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St. Patrick's Missionary Society, Kiltegan, Co Wicklow, Ireland
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Wonder with the Word
Fr Dermot Connolly
Fr Dermot encounters the Word of God against a backdrop of human life: in the story and poetry of the Bible, and in the art and the people of Africa - and elsewhere. As in life, word and image and deed go together; as the Word comes in different modes, the author adopts a variety of styles in writing, and each article is illustrated by a batik or drawing, most of them by African artists. We are invited to wonder with the Word that makes such a wayward challenge to our hearts.
A member of St Patrick’s Missionary Society, Fr Dermot, graduated from the Pontifical Biblical Institute, Rome, in 1967, after which he spent some ten years teaching Scripture in St Patrick’s seminary in Kiltegan, Co. Wicklow, Ireland. However, most of his adult life has been spent as a missionary in Nigeria, where for many years he led a Bible Study group in a large parish in the city of Lagos. This led to a workbook on the Psalms, A Book of Praises, published by Veritas in 1987. He has now retired from Nigeria to his own native Ireland.
And they said nothing to anyone, for they were afraid.
(Mark 16:8, Revised New Jerusalem Bible)
During the night-darkness of the Easter Vigil each year, the Resurrection of the Lord is proclaimed from one of the Synoptic Gospels: Matthew, Mark or Luke. This year, on 3rd April 2021, it comes from Mark, the earliest-written of the Gospels, and the shortest. In general, Gospels are aligned along the life story of Jesus: through his birth, the living of his life, and through his death. It is usually in their final chapters that the Gospels describe the events after his resurrection.
THE FINAL CHAPTER
Three named, careful, courageous women watch as Jesus dies on Calvary; they note his place of burial. (Mark 15:40, 47) They wait through the Sabbath, before returning to the tomb:
When the Sabbath was over, Mary of Magdala, Mary the mother of James, and Salome bought spices so that they might go and anoint him. And very early in the morning on the first day of the week they went to the tomb when the sun had risen. They were saying to one another, ‘Who will roll away the stone for us from the entrance to the tomb?’ But when they looked up they saw that the stone – for it was very big – had already been rolled back. (Mark 16:1-4)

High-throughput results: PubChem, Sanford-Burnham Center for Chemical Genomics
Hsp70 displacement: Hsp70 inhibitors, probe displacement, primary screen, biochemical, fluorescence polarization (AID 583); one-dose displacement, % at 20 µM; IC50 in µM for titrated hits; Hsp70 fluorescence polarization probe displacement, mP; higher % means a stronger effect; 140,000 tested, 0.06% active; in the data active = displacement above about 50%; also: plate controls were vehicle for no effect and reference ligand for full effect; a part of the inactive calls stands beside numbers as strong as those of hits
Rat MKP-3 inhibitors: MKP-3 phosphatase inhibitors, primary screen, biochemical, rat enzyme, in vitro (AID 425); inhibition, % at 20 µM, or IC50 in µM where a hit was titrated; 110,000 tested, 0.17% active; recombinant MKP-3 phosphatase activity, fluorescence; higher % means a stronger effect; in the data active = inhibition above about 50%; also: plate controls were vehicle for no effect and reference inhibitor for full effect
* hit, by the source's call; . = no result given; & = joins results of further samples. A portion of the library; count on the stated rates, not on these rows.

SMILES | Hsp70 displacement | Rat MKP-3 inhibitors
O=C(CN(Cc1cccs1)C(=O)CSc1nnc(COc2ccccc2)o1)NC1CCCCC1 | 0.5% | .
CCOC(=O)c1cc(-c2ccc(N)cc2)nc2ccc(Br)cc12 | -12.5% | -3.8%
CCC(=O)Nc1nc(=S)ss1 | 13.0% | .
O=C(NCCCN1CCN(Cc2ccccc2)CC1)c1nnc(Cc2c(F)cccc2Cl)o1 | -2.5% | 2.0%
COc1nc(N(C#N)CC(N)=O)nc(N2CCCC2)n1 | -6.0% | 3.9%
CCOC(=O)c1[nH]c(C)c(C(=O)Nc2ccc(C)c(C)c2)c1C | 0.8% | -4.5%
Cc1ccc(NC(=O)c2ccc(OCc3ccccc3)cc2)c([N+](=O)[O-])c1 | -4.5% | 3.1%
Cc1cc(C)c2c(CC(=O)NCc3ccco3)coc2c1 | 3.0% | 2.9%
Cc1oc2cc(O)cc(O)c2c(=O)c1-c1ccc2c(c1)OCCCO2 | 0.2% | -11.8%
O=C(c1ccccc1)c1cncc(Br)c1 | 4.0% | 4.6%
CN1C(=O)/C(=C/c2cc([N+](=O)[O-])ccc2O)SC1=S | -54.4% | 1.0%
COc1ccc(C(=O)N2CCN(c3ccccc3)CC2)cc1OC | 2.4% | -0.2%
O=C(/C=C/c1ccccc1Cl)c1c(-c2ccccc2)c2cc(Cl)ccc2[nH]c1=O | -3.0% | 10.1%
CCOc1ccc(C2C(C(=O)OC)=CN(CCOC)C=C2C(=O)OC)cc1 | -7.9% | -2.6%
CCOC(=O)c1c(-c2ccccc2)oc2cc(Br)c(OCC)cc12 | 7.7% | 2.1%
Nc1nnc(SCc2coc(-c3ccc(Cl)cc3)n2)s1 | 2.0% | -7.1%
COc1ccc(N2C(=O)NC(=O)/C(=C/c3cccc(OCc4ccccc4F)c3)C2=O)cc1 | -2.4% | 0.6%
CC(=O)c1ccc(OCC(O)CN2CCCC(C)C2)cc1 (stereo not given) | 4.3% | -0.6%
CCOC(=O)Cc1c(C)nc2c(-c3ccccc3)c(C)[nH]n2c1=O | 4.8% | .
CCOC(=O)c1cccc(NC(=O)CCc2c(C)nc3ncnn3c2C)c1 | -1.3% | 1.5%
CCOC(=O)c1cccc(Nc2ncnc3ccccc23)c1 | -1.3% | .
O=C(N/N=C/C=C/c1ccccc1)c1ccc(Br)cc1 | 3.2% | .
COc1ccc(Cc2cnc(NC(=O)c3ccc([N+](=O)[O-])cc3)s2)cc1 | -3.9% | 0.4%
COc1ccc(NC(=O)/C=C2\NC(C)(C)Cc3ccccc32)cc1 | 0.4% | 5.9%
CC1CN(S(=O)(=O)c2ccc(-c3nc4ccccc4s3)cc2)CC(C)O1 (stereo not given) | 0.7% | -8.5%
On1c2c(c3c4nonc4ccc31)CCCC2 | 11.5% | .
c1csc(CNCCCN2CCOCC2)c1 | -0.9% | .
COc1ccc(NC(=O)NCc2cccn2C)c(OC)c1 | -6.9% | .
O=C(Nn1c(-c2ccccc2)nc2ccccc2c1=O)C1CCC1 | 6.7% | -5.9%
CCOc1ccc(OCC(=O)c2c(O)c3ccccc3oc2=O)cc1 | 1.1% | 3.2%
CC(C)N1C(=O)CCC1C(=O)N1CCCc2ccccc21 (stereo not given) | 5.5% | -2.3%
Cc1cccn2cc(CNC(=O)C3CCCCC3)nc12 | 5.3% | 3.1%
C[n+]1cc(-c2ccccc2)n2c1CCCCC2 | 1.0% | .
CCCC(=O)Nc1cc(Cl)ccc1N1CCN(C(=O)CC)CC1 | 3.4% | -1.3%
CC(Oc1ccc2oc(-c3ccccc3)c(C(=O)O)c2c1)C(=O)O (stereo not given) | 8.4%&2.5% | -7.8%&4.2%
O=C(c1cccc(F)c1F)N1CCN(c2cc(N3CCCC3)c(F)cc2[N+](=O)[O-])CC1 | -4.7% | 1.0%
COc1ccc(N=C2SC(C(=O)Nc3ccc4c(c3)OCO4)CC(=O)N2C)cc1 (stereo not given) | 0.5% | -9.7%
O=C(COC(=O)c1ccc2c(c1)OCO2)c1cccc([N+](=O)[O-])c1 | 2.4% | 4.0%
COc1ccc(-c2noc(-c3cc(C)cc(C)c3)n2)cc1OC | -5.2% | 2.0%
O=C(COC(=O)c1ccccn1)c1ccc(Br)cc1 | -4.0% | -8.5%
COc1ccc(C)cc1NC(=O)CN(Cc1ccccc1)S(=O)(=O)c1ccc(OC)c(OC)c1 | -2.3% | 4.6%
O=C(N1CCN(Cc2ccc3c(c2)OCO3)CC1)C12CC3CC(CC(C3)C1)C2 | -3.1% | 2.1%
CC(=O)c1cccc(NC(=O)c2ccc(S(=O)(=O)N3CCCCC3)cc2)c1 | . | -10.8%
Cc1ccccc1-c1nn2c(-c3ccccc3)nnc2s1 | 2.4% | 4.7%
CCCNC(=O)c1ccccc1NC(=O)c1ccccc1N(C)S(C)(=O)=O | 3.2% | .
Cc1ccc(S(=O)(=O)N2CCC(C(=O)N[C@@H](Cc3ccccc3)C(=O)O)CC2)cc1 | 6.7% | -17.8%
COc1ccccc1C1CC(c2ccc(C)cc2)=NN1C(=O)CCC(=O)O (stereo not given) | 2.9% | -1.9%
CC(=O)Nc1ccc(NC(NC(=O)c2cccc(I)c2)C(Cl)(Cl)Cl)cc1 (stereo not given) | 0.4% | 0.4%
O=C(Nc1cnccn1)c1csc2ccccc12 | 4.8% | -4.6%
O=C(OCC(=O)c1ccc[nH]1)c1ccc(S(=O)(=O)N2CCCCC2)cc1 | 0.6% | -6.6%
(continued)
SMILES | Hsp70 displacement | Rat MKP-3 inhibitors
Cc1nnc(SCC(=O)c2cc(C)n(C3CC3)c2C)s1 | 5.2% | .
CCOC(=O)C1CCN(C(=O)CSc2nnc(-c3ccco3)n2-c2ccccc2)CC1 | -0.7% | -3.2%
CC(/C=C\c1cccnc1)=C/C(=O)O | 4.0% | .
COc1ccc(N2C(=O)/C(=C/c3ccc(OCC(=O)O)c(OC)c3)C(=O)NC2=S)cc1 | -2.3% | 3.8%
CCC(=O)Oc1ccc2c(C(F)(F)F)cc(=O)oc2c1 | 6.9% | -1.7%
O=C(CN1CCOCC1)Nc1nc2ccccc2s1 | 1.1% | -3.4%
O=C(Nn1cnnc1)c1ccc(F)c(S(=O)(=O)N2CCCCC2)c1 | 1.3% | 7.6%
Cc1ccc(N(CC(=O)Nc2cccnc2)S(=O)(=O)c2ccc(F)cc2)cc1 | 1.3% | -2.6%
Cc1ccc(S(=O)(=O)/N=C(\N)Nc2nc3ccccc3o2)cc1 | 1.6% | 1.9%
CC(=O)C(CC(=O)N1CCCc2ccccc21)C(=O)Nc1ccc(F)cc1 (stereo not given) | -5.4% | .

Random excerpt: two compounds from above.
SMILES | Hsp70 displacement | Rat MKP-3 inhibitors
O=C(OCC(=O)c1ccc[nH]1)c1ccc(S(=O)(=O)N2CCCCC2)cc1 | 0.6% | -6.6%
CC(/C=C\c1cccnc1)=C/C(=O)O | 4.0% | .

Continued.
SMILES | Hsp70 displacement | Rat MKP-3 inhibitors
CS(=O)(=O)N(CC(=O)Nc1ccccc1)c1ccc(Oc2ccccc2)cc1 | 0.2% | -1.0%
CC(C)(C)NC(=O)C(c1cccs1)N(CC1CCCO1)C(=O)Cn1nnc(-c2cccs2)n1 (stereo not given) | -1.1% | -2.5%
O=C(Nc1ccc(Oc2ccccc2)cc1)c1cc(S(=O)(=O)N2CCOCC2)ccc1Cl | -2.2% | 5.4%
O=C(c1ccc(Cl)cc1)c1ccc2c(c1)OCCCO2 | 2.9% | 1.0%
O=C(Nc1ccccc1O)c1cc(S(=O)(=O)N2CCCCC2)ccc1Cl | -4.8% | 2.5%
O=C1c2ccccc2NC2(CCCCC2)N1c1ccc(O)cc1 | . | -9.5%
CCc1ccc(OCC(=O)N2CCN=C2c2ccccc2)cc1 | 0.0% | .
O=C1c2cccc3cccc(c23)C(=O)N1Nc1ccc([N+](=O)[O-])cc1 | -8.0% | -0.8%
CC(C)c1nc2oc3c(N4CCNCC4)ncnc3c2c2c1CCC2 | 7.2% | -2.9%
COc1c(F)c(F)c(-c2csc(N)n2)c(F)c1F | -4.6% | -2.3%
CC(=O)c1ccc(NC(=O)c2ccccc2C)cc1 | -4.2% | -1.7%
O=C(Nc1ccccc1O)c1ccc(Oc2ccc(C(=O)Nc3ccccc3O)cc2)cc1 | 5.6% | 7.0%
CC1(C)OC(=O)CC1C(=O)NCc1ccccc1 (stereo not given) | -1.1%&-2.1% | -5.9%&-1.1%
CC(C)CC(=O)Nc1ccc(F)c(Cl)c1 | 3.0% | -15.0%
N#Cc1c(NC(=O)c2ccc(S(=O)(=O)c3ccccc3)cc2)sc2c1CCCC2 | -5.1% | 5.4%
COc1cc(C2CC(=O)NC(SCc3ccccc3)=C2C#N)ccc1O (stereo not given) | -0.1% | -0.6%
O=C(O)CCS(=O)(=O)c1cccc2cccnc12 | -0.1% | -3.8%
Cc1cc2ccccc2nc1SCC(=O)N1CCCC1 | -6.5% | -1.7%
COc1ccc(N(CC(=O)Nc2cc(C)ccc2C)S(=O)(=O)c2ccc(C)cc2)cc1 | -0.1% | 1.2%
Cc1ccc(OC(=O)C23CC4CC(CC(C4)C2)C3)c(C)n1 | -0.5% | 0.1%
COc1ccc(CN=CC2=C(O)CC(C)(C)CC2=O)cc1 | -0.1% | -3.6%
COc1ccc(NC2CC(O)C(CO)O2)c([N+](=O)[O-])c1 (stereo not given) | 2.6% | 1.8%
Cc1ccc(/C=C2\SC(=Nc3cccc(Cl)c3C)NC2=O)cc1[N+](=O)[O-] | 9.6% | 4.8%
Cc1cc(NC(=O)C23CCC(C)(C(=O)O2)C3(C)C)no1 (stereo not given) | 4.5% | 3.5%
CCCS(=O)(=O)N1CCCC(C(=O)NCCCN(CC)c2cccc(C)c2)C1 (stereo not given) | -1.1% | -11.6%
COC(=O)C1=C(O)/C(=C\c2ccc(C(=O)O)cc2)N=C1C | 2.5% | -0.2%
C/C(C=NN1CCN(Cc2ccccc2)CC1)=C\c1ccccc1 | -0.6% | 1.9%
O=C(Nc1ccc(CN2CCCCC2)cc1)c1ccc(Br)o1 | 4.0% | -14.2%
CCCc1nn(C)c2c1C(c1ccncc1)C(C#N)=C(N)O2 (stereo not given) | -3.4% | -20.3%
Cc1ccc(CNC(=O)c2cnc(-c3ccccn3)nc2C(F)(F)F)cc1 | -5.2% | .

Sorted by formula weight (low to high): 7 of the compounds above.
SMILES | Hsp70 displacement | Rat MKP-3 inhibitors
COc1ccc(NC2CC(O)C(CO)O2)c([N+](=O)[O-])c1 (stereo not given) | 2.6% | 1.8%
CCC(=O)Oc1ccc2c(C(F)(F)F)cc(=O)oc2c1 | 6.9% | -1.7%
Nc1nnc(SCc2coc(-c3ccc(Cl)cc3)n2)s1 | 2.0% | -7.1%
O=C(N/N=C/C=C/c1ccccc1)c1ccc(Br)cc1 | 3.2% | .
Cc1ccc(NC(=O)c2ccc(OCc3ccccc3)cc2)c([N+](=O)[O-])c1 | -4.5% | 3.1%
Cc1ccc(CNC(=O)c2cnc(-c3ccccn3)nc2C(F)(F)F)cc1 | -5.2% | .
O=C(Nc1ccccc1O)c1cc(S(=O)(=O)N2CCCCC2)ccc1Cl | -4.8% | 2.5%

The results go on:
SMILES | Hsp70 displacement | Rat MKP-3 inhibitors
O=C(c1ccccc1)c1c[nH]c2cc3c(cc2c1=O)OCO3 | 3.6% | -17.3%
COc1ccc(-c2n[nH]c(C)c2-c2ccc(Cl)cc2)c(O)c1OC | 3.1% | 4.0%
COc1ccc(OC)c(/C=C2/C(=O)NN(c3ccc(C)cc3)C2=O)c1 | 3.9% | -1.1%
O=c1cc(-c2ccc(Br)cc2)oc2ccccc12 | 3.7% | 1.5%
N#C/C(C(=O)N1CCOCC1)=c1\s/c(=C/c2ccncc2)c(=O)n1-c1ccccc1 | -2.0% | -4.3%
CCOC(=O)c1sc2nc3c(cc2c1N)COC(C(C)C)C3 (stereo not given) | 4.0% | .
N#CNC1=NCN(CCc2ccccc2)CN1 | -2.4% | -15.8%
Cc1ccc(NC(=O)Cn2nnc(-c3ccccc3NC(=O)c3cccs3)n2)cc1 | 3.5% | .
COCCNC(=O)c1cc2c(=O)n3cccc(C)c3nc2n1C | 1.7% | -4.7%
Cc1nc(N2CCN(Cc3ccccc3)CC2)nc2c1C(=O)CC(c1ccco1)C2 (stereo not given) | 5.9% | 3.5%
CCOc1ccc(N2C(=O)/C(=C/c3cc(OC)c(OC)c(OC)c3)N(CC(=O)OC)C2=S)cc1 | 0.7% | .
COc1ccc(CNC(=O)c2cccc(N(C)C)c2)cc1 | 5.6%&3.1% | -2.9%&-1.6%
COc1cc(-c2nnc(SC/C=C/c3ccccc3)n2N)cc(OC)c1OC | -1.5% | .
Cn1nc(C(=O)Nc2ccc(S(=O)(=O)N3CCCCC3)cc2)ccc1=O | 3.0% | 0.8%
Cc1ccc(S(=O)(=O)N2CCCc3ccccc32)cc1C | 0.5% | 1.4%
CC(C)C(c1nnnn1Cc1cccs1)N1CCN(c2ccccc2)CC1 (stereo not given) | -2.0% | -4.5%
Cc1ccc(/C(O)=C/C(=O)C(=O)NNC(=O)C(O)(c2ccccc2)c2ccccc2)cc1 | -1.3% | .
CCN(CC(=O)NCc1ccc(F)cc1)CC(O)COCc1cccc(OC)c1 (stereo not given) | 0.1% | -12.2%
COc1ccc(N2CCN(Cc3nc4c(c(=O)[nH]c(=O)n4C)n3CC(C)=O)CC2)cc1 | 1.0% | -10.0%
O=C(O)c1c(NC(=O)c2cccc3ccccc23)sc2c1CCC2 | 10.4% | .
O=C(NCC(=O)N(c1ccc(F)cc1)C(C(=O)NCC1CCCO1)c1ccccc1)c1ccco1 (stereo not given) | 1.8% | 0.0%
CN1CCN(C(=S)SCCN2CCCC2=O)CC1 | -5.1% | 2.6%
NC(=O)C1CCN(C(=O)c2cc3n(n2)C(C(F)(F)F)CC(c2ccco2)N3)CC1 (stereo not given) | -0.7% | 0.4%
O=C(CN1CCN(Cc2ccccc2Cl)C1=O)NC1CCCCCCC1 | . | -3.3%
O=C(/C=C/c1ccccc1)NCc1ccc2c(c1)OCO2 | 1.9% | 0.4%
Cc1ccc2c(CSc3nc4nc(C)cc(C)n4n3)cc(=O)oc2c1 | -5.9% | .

Within the tomb they found no body to anoint; only emptiness and an angel – a young man with a message for them to carry to the disciples and Peter:
On entering the tomb they saw a young man seated on the right-hand side clothed in a white robe, and they were amazed. But he said to them, ‘Do not be amazed. You are looking for Jesus of Nazareth, who was crucified: he has been raised, he is not here. See the place where they laid him. But go and tell his disciples and Peter, “He is going ahead of you to Galilee; there you will see him, just as he told you.”’ (Mark 16:5-7)
But the three women turn and run away:
And the women came out and fled from the tomb, for trembling and amazement had gripped them. And they said nothing to anyone, for they were afraid. (Mark 16:8)
For most scholars of the New Testament today, that is how Mark originally concluded his Gospel: the women were overwhelmed – by terror or grief or the sheer greatness of God. They abandoned the commission the young man had given them; they were afraid and, in Mark’s blunt words, they “said nothing to nobody.” And yet, these were brave women: they had kept watch on Calvary, and had returned to the tomb to do what they could – while the men, the disciples and Peter, had gone into hiding.
It is a bleak ending to a Gospel, and it seems likely that at some stage a later writer tried to take the bare look off it by adding, from other sources, the meetings with the risen Lord we now find in Mark 16:9-20. These back fillings are indeed recognised as part of the New Testament scriptures – just, not written by Mark! Some 15 years after Mark, the Gospels of Matthew and Luke (and later still, John) gave more complete accounts of Jesus’ post-resurrection encounters with his disciples, men and women, around Jerusalem and Galilee.
TALES FROM OUR OWN TIMES
In the 1970s, Margaret Daly-Denton was the Director of Music at the newly-founded Irish National Liturgy Centre at Killenard, Co Laois. Those were the times of the “New Liturgy,” following the reforms by the Second Vatican Council. Every Easter, Margaret composed a new musical setting for the proclamation of that year’s Easter Gospel, to be sung during the Night Vigil celebrated at the Liturgy Centre. And every year, with great kindness, she made sure that we, over at St Patrick’s College, Kiltegan, Co Wicklow got a timely copy of the music for our own Easter Vigil celebration – in those days there were still enough seminarians here for some fairly respectable Male Choir singing! We were very grateful for such a unique Easter Gift.
One Gospel in particular remains in my memory: Mark 16:1-8, as the women cut for cover, with not even a corpse for their loving, vital anointing. It seemed to me that for Mark’s Gospel, Margaret had composed in a more sombre mode; it ended in a sad, desperate cadence: And they said nothing to anyone, for they were afraid. Unresolved. Unfinished. But truthful: as you might say, “That’s Gospel!”
I wonder why it is that the Easter Gospel for 2021 is even more incomplete than Mark left it. It is given to us as Mark 16:1-7 [Lectionary 1:415] Why drop verse eight – the women flee the tomb? What are we afraid of? Already in Mark’s account of the Passion of Jesus, which we listened to on Palm Sunday, he had met with betrayal, denial, and dereliction from among his closest followers and friends; Mark did not attempt to deny or redact any of that! In life and in liturgy, our failures are part of the unfinished business of the mystery of Christ. So I suggest, on the night read – or sing – Mark 16:1-8!